Throughout my life I have had dreams, flashbacks, and issues that relate back to what happened to me as a child.  Two years ago I wrote a play about these horrific childhood experiences and as I was writing it a sudden terror came to me that if he found out what I was doing I would be killed before I could finish it.  I was panic-stricken.  Forty years later the terror was still palpable.  These are the kinds of things survivors live with every day.

     To ask victims and survivors of childhood sex abuse to process everything they need to process before they are 35 years old is an unfair burden.  Some can, but most cannot.  This arbitrary limit needs to be removed.  I was 35 years old 20 years ago and it has only been in the last few years that I have been able to deal with and speak openly about what happened to me.  In fact, just writing this testimony brought up long-buried emotions and brought tears to my eyes.  The processing of these emotions is an unfolding that never ends. It is not done at any age.  There can be no statute of limitations on recovery.  I plead with you, for the wounded child within all of us, that you pass this bill, and I hope that you will not ignore this plea the way the way my pleas were ignored when I was a child.

Link to a video of the first production of my play, Invisible Boy, about surviving child sexual abuse.  Trigger Warning:  parts of the play are difficult to watch, although it is ultimately a hopeful and positive play.  Please take care of yourself.  http://vimeo.com/17470426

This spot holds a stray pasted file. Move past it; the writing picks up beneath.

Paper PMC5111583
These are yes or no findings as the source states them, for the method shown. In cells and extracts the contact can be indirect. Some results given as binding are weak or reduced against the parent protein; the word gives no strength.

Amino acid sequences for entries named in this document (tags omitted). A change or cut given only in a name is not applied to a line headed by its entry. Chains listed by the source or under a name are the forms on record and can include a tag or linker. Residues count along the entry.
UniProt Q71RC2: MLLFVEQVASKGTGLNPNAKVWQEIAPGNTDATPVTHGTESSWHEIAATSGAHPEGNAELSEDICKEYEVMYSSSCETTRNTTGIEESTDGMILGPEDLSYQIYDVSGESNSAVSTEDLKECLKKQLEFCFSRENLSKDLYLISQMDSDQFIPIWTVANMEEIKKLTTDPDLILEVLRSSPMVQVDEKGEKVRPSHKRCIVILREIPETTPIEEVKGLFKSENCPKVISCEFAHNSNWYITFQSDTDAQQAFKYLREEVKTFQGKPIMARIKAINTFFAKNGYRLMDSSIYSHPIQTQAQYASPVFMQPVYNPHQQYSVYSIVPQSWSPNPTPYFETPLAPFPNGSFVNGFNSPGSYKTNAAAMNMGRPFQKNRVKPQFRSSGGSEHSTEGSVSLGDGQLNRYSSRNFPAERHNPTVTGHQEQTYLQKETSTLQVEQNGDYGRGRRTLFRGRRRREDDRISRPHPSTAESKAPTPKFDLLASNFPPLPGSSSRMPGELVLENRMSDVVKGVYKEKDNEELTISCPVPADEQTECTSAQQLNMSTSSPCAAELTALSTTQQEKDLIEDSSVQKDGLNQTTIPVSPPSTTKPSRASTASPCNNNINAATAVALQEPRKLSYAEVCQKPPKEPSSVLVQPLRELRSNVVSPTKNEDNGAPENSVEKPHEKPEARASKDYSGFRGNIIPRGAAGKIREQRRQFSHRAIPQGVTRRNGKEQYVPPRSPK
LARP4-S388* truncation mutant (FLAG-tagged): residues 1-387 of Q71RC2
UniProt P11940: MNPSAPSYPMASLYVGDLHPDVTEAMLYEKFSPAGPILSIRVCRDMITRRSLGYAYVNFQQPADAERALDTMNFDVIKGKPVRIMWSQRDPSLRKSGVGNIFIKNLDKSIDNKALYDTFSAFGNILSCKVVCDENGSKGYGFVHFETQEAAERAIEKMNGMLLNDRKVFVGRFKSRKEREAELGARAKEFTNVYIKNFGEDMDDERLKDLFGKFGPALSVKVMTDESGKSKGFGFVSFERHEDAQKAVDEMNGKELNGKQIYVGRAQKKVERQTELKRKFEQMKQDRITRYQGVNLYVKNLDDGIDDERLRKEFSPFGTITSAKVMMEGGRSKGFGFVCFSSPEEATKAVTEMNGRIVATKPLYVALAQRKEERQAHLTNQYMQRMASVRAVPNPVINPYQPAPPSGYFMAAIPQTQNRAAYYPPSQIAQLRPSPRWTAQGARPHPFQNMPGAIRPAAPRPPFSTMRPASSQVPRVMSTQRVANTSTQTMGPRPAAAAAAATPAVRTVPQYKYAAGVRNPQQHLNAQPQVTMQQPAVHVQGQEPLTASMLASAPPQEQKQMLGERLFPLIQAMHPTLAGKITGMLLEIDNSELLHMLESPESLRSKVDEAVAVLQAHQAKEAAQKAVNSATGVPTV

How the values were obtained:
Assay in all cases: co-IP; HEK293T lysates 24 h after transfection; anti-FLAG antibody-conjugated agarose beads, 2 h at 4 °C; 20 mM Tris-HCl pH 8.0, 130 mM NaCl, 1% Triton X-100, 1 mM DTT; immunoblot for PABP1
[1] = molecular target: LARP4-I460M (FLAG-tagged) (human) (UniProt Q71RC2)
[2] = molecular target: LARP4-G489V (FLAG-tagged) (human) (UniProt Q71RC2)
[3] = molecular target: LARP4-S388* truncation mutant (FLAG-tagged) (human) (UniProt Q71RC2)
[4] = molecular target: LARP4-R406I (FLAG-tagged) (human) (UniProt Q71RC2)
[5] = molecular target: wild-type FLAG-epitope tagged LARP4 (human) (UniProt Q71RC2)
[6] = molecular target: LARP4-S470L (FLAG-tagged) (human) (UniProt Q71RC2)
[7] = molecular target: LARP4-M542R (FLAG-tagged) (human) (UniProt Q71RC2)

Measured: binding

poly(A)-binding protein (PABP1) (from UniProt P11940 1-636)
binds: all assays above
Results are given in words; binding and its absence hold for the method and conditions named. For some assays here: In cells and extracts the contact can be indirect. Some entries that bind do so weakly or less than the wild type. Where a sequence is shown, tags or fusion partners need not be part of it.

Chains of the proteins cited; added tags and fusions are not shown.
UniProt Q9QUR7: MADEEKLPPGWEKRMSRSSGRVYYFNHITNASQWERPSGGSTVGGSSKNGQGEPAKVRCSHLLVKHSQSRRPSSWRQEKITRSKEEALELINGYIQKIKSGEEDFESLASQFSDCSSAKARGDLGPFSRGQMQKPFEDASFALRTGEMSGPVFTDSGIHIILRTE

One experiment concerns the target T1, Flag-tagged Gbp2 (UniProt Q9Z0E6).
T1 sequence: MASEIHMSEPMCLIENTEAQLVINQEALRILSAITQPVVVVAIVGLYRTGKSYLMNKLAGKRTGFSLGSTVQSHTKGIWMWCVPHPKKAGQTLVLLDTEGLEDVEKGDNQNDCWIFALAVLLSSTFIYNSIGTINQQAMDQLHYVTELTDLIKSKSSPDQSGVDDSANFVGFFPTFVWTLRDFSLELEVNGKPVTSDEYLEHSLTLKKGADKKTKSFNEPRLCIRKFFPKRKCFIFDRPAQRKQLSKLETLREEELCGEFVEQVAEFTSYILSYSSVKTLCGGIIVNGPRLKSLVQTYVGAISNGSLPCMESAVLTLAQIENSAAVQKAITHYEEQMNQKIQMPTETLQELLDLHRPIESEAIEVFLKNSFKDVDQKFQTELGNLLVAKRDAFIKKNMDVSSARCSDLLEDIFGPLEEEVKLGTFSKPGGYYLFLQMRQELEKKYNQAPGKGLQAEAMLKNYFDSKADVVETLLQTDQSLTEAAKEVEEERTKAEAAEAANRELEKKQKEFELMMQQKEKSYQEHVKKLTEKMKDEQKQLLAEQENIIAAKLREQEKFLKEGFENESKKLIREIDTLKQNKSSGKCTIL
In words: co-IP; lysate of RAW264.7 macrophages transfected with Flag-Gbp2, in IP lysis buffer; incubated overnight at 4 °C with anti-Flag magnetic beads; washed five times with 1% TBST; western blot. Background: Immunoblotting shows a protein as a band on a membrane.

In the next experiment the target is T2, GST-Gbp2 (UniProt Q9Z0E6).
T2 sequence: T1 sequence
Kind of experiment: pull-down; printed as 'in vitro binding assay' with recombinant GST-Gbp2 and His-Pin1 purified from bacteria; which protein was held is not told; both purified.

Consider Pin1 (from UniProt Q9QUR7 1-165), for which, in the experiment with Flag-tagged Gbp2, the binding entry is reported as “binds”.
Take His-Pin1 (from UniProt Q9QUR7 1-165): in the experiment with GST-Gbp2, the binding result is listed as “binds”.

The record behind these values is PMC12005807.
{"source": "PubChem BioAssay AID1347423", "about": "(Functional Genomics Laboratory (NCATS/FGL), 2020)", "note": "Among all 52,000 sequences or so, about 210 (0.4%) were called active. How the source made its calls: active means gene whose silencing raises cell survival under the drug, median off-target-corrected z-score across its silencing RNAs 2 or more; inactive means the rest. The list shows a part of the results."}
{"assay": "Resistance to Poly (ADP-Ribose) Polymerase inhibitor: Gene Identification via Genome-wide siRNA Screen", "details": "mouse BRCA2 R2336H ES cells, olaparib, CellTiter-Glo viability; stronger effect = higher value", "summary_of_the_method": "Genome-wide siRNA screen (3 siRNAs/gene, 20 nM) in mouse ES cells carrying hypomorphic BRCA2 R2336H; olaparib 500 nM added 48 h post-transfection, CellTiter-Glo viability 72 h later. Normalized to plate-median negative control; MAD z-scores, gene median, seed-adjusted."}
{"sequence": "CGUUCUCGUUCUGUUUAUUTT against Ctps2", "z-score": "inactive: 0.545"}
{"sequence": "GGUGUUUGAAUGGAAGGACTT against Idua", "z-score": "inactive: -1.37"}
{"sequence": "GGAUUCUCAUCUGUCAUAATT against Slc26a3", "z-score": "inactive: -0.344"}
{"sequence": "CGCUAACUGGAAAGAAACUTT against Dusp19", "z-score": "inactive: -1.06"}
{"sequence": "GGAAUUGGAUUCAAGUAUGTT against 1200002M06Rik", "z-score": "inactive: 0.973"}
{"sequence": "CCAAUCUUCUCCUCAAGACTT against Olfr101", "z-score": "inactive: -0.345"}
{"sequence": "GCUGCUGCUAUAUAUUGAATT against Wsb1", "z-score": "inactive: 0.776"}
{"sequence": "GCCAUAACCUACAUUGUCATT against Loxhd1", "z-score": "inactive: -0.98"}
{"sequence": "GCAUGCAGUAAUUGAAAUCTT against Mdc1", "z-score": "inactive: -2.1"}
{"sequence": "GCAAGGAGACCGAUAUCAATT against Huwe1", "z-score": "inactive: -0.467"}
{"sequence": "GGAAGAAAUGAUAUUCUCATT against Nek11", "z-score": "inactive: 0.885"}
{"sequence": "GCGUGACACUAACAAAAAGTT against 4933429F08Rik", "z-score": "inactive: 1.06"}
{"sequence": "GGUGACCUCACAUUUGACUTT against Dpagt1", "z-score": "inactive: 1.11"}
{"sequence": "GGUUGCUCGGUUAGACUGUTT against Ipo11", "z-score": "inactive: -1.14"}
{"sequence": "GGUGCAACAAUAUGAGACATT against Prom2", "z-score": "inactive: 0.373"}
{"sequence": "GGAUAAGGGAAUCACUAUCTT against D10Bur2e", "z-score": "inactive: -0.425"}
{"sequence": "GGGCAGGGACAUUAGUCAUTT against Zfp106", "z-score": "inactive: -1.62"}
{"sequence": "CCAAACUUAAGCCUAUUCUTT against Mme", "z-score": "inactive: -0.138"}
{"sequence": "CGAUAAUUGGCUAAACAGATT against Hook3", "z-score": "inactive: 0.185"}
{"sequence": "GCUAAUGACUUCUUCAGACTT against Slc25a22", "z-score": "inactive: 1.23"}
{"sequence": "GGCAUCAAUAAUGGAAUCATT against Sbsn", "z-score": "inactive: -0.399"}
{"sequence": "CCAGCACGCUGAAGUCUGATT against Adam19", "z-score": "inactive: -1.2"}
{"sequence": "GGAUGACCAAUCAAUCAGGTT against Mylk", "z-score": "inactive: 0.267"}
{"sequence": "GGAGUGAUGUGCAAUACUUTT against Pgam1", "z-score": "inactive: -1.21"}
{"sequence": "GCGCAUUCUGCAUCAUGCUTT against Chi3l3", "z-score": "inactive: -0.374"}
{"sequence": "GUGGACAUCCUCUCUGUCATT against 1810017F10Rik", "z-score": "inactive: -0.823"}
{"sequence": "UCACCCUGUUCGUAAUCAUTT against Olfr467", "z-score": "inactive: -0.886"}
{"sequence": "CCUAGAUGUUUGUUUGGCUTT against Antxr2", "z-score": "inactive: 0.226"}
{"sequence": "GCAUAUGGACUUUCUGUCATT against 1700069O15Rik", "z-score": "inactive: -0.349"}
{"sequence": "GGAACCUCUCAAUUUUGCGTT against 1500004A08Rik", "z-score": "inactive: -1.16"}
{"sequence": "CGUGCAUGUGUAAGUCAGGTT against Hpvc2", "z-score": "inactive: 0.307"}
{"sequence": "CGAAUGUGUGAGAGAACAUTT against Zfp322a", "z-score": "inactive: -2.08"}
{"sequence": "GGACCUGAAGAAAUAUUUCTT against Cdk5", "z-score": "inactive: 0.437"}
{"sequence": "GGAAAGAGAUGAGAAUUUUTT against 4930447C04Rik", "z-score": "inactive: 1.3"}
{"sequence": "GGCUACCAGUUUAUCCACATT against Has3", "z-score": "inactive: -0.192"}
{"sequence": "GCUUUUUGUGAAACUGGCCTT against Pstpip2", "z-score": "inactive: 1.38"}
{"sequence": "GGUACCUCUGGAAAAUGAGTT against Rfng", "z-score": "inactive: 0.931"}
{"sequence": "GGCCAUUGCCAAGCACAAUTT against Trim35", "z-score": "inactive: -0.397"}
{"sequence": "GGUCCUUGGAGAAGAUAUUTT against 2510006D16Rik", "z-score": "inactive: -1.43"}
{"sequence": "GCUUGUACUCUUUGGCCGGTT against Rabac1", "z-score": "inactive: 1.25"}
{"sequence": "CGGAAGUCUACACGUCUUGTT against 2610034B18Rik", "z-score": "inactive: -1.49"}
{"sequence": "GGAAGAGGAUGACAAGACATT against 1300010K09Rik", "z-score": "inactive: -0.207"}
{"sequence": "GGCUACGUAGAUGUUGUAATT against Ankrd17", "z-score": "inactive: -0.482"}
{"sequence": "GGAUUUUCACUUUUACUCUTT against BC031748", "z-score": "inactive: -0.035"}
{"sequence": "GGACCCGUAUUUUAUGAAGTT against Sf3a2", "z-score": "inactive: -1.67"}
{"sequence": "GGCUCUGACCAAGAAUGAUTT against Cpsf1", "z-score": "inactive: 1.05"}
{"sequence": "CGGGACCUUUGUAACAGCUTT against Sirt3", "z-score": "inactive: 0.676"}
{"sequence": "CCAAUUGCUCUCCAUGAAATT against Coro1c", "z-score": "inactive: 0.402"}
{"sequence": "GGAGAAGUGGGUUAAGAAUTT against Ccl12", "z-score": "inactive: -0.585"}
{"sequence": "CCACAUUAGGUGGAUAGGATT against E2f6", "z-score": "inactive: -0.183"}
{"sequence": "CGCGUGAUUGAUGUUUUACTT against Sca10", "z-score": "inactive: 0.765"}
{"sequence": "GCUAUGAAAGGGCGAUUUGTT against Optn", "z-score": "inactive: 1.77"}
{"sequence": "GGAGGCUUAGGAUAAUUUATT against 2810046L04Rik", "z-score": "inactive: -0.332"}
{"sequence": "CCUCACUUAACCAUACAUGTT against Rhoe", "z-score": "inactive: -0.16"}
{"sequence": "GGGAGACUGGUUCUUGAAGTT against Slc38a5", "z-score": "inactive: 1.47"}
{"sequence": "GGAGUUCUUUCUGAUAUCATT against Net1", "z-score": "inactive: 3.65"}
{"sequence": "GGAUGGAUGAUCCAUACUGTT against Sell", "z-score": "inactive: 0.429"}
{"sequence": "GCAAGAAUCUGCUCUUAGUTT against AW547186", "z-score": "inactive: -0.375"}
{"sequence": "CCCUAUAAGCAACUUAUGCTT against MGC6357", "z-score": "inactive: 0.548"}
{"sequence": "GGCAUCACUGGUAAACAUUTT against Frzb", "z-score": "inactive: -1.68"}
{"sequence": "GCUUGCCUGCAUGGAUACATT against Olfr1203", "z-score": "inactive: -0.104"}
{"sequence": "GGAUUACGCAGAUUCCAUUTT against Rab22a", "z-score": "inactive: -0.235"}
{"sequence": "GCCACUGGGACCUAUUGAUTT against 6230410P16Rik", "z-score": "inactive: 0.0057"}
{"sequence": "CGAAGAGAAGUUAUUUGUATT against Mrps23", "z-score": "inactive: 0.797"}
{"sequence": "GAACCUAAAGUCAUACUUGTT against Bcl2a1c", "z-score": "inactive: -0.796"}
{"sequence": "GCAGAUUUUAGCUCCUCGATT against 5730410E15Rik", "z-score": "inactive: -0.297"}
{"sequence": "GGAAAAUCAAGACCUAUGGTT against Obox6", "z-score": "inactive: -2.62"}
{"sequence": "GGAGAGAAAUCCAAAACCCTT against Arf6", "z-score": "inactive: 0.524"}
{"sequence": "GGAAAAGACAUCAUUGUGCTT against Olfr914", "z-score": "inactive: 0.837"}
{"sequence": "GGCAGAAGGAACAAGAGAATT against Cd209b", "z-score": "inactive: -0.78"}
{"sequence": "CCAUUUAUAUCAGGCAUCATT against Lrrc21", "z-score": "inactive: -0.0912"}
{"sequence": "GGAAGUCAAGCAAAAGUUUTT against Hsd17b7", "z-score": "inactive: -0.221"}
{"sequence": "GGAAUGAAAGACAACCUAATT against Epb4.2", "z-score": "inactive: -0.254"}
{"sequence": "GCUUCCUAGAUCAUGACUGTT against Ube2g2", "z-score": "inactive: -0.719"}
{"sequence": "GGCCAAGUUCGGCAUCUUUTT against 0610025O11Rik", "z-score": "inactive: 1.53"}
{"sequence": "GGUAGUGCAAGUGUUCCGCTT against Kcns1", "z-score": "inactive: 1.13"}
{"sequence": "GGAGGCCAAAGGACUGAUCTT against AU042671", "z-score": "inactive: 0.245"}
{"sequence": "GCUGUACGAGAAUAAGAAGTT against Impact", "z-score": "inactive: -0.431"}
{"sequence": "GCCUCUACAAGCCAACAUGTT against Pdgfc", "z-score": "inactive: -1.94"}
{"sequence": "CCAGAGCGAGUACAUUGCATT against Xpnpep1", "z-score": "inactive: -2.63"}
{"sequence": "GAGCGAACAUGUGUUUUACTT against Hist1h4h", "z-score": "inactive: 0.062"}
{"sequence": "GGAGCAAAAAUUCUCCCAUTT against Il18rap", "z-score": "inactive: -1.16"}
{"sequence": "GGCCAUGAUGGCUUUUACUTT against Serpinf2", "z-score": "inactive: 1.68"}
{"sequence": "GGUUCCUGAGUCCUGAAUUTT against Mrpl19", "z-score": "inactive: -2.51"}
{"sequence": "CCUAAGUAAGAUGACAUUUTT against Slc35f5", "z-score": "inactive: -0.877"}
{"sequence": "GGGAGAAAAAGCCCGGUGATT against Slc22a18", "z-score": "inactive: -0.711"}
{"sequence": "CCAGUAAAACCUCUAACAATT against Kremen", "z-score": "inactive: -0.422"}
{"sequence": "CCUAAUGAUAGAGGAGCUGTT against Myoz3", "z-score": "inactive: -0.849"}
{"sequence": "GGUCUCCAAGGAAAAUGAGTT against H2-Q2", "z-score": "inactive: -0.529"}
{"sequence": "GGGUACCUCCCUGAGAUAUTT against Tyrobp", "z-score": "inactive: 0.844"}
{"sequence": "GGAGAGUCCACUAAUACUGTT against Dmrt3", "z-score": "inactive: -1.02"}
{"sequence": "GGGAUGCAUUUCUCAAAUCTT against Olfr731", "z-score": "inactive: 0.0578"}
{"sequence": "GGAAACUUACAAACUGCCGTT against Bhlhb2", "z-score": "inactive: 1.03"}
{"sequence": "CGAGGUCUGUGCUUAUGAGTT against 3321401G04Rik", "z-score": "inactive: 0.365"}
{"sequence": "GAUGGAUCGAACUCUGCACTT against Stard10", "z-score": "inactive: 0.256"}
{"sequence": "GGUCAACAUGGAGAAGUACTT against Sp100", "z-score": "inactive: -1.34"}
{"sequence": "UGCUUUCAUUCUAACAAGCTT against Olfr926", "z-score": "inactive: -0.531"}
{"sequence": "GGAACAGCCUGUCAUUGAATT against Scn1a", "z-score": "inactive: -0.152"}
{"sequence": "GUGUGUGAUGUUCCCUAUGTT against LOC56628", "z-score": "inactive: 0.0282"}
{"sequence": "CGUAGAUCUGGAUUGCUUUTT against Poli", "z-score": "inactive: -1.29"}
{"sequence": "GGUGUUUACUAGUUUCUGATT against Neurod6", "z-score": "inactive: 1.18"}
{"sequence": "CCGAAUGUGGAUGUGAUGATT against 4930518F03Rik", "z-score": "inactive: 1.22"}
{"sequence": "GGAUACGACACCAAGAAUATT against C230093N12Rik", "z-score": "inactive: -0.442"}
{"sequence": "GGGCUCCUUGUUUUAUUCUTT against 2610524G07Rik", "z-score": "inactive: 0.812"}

About Callen Harty

Originally from Shullsburg, Wisconsin Callen Harty is the author of My Queer Life, a compilation of over 30 years worth of writings on living life as a queer man. It includes essays, poems, speeches, monologues, and more. It is available on Amazon.com, on Kindle, and through his own website, www.callenharty.com. He is currently working on a second book, Empty Playground: A Survivor's Story. He has written almost two dozen plays and 50 monologues that have been produced. Most of them have been produced at Broom Street Theater in Madison, Wisconsin where he has been an actor, writer, and director since 1983. He served as the Artistic Director of the theater from 2005-2010. Monologues that he wrote for the Wisconsin Veterans’ Museum won him awards from the Wisconsin Historical Society and the American Association of State and Local History. He has also had essays, poems, and articles published in newspapers and magazines around the country and has taken the top prize in several photo contests. His writing has appeared in Out!, James White Review, Scott Stamp Monthly, Wisconsin State Journal, and elsewhere. He has had several essays published online for Forward Seeking, Life After Hate, and The Progressive. Callen has also been a community activist for many years. He was the co-founder of Young People Caring, UW-Madison’s 10% Society, and Proud Theater. He served as the first President of Young People Caring and as the Artistic Director for Proud Theater for its first five years. He is still an adult mentor for the group. In 2003 he won OutReach’s Man of the Year award for his queer community activism. OutReach is Madison, Wisconsin’s lesbian/gay/bisexual/transgender community center. He has been invited to speak before many community groups, at a roundtable on queer community theater in New York City, and has emceed several events.